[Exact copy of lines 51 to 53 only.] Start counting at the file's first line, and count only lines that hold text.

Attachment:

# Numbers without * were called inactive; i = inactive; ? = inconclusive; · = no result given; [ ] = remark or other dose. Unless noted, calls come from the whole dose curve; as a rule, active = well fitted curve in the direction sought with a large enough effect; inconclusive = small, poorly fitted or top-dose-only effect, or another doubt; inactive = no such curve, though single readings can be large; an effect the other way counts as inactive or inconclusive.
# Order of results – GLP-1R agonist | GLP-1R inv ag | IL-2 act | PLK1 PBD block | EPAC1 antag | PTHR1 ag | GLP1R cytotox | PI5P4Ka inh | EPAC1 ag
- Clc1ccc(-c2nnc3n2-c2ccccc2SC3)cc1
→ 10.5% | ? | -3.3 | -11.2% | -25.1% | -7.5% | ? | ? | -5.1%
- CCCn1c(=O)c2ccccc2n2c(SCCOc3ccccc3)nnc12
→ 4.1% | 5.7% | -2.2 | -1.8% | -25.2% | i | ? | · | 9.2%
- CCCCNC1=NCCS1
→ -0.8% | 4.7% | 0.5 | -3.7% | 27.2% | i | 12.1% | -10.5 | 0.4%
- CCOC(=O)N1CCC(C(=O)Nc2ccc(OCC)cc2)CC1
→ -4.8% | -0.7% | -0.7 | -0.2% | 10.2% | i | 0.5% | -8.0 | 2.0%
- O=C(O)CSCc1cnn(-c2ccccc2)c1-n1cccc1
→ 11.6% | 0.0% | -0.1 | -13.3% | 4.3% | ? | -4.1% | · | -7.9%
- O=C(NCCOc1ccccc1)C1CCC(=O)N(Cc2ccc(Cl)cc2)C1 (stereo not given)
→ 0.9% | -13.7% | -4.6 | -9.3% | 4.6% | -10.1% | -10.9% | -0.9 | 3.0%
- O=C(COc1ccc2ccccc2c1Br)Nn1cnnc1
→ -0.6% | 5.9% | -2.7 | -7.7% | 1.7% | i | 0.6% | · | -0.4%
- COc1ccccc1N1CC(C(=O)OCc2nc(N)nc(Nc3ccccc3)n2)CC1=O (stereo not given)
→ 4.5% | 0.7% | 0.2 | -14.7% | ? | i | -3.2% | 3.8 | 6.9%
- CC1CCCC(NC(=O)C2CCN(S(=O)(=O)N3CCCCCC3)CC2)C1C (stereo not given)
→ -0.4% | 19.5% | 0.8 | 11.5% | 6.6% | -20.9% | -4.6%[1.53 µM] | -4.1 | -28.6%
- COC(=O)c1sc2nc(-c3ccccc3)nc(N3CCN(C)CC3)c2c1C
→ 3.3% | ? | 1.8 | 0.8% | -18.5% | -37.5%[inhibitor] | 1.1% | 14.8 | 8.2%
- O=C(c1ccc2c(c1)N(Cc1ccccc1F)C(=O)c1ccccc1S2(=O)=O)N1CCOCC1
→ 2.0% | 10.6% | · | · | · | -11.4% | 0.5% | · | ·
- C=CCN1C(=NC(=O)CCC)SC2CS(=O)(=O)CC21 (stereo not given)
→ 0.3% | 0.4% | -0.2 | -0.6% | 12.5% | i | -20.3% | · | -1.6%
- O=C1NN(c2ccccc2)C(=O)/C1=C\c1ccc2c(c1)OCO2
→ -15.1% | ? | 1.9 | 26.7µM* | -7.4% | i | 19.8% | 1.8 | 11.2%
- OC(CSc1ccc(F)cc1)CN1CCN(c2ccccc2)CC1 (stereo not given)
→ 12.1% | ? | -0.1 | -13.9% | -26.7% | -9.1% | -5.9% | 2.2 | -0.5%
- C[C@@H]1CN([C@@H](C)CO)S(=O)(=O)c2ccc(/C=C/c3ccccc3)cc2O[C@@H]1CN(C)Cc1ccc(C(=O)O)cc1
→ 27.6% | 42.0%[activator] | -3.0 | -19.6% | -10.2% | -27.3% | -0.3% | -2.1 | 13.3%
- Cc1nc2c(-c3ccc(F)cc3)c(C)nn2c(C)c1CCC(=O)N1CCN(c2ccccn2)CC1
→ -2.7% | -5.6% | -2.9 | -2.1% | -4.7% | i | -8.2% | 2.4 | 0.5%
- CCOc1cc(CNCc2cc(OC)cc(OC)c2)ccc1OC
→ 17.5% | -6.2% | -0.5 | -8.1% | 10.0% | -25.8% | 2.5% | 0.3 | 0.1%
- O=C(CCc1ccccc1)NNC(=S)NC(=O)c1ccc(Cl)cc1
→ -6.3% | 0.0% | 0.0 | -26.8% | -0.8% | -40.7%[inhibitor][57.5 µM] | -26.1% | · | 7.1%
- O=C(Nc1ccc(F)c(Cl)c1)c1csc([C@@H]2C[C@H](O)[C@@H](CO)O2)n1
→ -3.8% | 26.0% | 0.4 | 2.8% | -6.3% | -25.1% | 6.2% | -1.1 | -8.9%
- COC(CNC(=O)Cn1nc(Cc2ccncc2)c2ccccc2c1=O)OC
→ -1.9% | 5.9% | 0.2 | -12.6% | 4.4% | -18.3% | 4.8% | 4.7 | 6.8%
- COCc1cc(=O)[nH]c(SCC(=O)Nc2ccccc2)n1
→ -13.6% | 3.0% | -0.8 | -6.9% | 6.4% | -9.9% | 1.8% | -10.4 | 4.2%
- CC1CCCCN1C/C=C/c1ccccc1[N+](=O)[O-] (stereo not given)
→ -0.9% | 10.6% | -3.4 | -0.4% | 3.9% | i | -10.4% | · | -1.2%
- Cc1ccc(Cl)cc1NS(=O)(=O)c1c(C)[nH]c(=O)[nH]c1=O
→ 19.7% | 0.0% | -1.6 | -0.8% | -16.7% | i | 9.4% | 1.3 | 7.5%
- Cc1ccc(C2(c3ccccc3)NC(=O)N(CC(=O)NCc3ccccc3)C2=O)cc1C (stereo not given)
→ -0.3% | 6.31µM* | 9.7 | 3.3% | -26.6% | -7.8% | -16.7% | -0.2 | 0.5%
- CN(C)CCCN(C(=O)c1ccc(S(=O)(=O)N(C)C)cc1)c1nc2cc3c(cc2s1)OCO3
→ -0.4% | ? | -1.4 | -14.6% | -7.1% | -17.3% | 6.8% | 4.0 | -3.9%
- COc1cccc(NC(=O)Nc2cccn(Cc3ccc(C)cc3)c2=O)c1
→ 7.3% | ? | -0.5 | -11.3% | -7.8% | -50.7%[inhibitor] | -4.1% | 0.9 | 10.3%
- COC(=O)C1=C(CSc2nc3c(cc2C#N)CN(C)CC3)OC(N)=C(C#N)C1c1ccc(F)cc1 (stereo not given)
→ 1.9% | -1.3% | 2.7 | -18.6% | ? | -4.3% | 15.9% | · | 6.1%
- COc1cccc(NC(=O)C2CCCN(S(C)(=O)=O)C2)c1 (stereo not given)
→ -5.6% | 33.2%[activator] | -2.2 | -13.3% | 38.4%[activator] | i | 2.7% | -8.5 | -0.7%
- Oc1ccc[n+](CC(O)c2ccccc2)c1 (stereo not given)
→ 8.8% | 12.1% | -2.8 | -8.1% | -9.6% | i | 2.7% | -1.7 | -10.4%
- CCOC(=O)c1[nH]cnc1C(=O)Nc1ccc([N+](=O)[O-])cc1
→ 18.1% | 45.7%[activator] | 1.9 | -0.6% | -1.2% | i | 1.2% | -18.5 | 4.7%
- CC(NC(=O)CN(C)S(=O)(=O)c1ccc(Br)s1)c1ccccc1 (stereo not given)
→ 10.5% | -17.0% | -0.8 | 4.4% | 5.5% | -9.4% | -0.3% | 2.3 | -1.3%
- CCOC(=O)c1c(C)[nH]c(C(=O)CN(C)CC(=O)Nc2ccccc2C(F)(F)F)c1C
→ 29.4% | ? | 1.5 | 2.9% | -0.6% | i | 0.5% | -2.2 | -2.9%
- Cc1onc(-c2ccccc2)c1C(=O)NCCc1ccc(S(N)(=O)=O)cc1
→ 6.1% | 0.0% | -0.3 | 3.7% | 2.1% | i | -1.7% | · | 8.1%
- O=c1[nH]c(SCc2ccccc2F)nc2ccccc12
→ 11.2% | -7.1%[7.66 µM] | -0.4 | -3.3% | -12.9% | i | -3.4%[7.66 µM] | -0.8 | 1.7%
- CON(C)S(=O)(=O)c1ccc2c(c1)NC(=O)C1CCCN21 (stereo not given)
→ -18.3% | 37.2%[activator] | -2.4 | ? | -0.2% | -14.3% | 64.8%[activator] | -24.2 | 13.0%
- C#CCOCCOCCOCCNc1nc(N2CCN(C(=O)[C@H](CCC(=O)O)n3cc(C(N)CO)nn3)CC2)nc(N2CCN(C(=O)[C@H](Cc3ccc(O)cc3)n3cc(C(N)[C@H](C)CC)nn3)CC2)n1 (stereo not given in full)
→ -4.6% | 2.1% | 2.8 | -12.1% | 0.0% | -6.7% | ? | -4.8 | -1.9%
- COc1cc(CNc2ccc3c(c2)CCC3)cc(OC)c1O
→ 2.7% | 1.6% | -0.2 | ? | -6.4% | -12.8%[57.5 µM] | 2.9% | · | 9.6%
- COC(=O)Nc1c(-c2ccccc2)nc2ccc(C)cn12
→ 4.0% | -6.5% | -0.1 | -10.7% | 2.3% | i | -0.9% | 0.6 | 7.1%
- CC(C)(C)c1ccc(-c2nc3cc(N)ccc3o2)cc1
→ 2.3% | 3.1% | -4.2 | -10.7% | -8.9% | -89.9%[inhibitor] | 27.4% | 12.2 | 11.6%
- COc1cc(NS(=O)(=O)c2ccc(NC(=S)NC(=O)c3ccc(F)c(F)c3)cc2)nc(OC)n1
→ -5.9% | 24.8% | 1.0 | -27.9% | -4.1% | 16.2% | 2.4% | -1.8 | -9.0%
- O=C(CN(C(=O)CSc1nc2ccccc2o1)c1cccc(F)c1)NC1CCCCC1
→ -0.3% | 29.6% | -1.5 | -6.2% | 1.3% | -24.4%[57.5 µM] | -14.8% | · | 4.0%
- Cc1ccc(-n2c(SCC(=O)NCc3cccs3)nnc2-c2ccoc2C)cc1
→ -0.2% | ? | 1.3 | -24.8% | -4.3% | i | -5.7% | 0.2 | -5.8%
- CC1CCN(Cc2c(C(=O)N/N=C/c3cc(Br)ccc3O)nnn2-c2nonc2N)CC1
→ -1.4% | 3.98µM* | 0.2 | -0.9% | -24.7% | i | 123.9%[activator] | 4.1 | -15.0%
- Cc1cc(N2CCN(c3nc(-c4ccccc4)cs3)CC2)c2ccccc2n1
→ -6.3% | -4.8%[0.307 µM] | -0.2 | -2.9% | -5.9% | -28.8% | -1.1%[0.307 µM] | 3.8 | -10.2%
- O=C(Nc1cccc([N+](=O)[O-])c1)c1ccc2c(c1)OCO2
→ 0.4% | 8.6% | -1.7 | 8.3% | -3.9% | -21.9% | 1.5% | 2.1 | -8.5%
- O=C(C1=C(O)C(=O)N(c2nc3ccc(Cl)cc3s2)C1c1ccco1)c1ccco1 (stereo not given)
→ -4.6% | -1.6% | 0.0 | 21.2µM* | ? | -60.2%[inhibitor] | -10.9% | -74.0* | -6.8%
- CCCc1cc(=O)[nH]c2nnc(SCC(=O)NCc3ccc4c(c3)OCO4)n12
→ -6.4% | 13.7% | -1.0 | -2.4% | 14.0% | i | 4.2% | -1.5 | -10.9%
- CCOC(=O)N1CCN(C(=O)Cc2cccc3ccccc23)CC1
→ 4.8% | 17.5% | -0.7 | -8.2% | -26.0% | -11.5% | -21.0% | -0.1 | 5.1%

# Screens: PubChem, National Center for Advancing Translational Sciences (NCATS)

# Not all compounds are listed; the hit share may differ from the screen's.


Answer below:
- CN(C)CCCN(C(=O)c1ccc(S(=O)(=O)N(C)C)cc1)c1nc2cc3c(cc2s1)OCO3
→ -0.4% | ? | -1.4 | -14.6% | -7.1% | -17.3% | 6.8% | 4.0 | -3.9%
- COc1cccc(NC(=O)Nc2cccn(Cc3ccc(C)cc3)c2=O)c1